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Where's The Politics?: Introduction To Williams, Eastland, Days, And Rabkin, Neal Devins Sep 2019

Where's The Politics?: Introduction To Williams, Eastland, Days, And Rabkin, Neal Devins

Neal E. Devins

No abstract provided.


Our Exceptional Constitution, Timothy Zick Sep 2019

Our Exceptional Constitution, Timothy Zick

Timothy Zick

No abstract provided.


Doux Commerce, Religion, And The Limits Of Antidiscrimination Law, Nathan B. Oman Sep 2019

Doux Commerce, Religion, And The Limits Of Antidiscrimination Law, Nathan B. Oman

Nathan B. Oman

Recent cases involving religious businesses owners who object to providing services for same-sex weddings and resulting lawsuits have generated a vigorous academic and popular debate. That debate centers in part on the proper role of religion in the market. This article develops three theories of the proper relationship between commerce and religion and applies them to these conflicts. The first approach would apply the norms of liberal democratic governments to market actors. The second approach posits that any market outcome is legitimate so long as it results from voluntary contracts. These approaches yield contradictory and indeterminate advice on the conflicts ...


Book Review Of Getting Around Brown: Desegregation, Development, And The Columbus Public Schools, Davison M. Douglas Sep 2019

Book Review Of Getting Around Brown: Desegregation, Development, And The Columbus Public Schools, Davison M. Douglas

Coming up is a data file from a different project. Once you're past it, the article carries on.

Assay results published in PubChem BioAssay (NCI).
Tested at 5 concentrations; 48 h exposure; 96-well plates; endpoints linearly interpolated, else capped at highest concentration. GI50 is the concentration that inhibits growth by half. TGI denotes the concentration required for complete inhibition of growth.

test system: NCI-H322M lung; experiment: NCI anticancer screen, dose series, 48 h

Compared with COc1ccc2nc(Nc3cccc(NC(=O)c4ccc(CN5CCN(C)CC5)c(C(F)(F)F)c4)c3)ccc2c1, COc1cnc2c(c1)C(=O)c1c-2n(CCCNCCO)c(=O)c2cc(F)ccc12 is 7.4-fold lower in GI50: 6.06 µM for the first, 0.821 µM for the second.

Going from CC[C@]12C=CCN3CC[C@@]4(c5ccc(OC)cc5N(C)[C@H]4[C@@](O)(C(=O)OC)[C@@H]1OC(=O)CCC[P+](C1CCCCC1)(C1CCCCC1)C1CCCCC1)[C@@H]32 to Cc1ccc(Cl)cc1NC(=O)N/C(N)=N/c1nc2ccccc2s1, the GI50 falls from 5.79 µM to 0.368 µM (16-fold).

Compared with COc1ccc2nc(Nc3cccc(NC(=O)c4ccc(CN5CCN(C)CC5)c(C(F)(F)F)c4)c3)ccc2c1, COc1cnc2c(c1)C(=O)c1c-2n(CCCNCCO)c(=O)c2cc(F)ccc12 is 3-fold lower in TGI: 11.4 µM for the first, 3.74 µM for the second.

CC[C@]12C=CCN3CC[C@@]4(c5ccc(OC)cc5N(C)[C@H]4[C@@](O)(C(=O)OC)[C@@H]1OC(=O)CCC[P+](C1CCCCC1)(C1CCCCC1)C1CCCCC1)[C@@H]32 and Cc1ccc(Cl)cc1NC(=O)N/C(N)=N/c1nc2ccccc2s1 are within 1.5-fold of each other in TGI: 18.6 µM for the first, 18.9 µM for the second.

Davison M. Douglas

No abstract provided.


Congress, Civil Liberties, And The War On Terrorism, Neal Devins Sep 2019

Congress, Civil Liberties, And The War On Terrorism, Neal Devins

Neal E. Devins

In exercising his war-making powers, the President has historically pursued war-related initiatives that implicate civil liberties. Meanwhile, the Congress, with little incentive to resist these initiatives, has played a steadily declining role in warmaking. In this Essay, Professor Devins examines this dynamic, and argues that with Congress largely standing on the sidelines as the President leads the nation in war, it is the American public that has become the principal check on the powers of the President in wartime.


The Press, Privacy, And Public Figures - A Symposium - Introduction, Donald W. Dowd Jun 2017

The Press, Privacy, And Public Figures - A Symposium - Introduction, Donald W. Dowd

Donald W. Dowd

No abstract provided.


Prisoner's Rights And The Correctional Scheme: The Legal Controversy And Problems Of Implementation - A Symposium - Introduction, Donald W. Dowd Jun 2017

Prisoner's Rights And The Correctional Scheme: The Legal Controversy And Problems Of Implementation - A Symposium - Introduction, Donald W. Dowd

Donald W. Dowd

No abstract provided.


Skyjacking: Problems And Potential Solutions - Introduction, Donald W. Dowd Jun 2017

Skyjacking: Problems And Potential Solutions - Introduction, Donald W. Dowd

Donald W. Dowd

No abstract provided.


Section 1983 Civil Rights Litigation Colloquium, Erwin Chemerinsky, Martin A. Schwartz Jun 2017

Section 1983 Civil Rights Litigation Colloquium, Erwin Chemerinsky, Martin A. Schwartz

Erwin Chemerinsky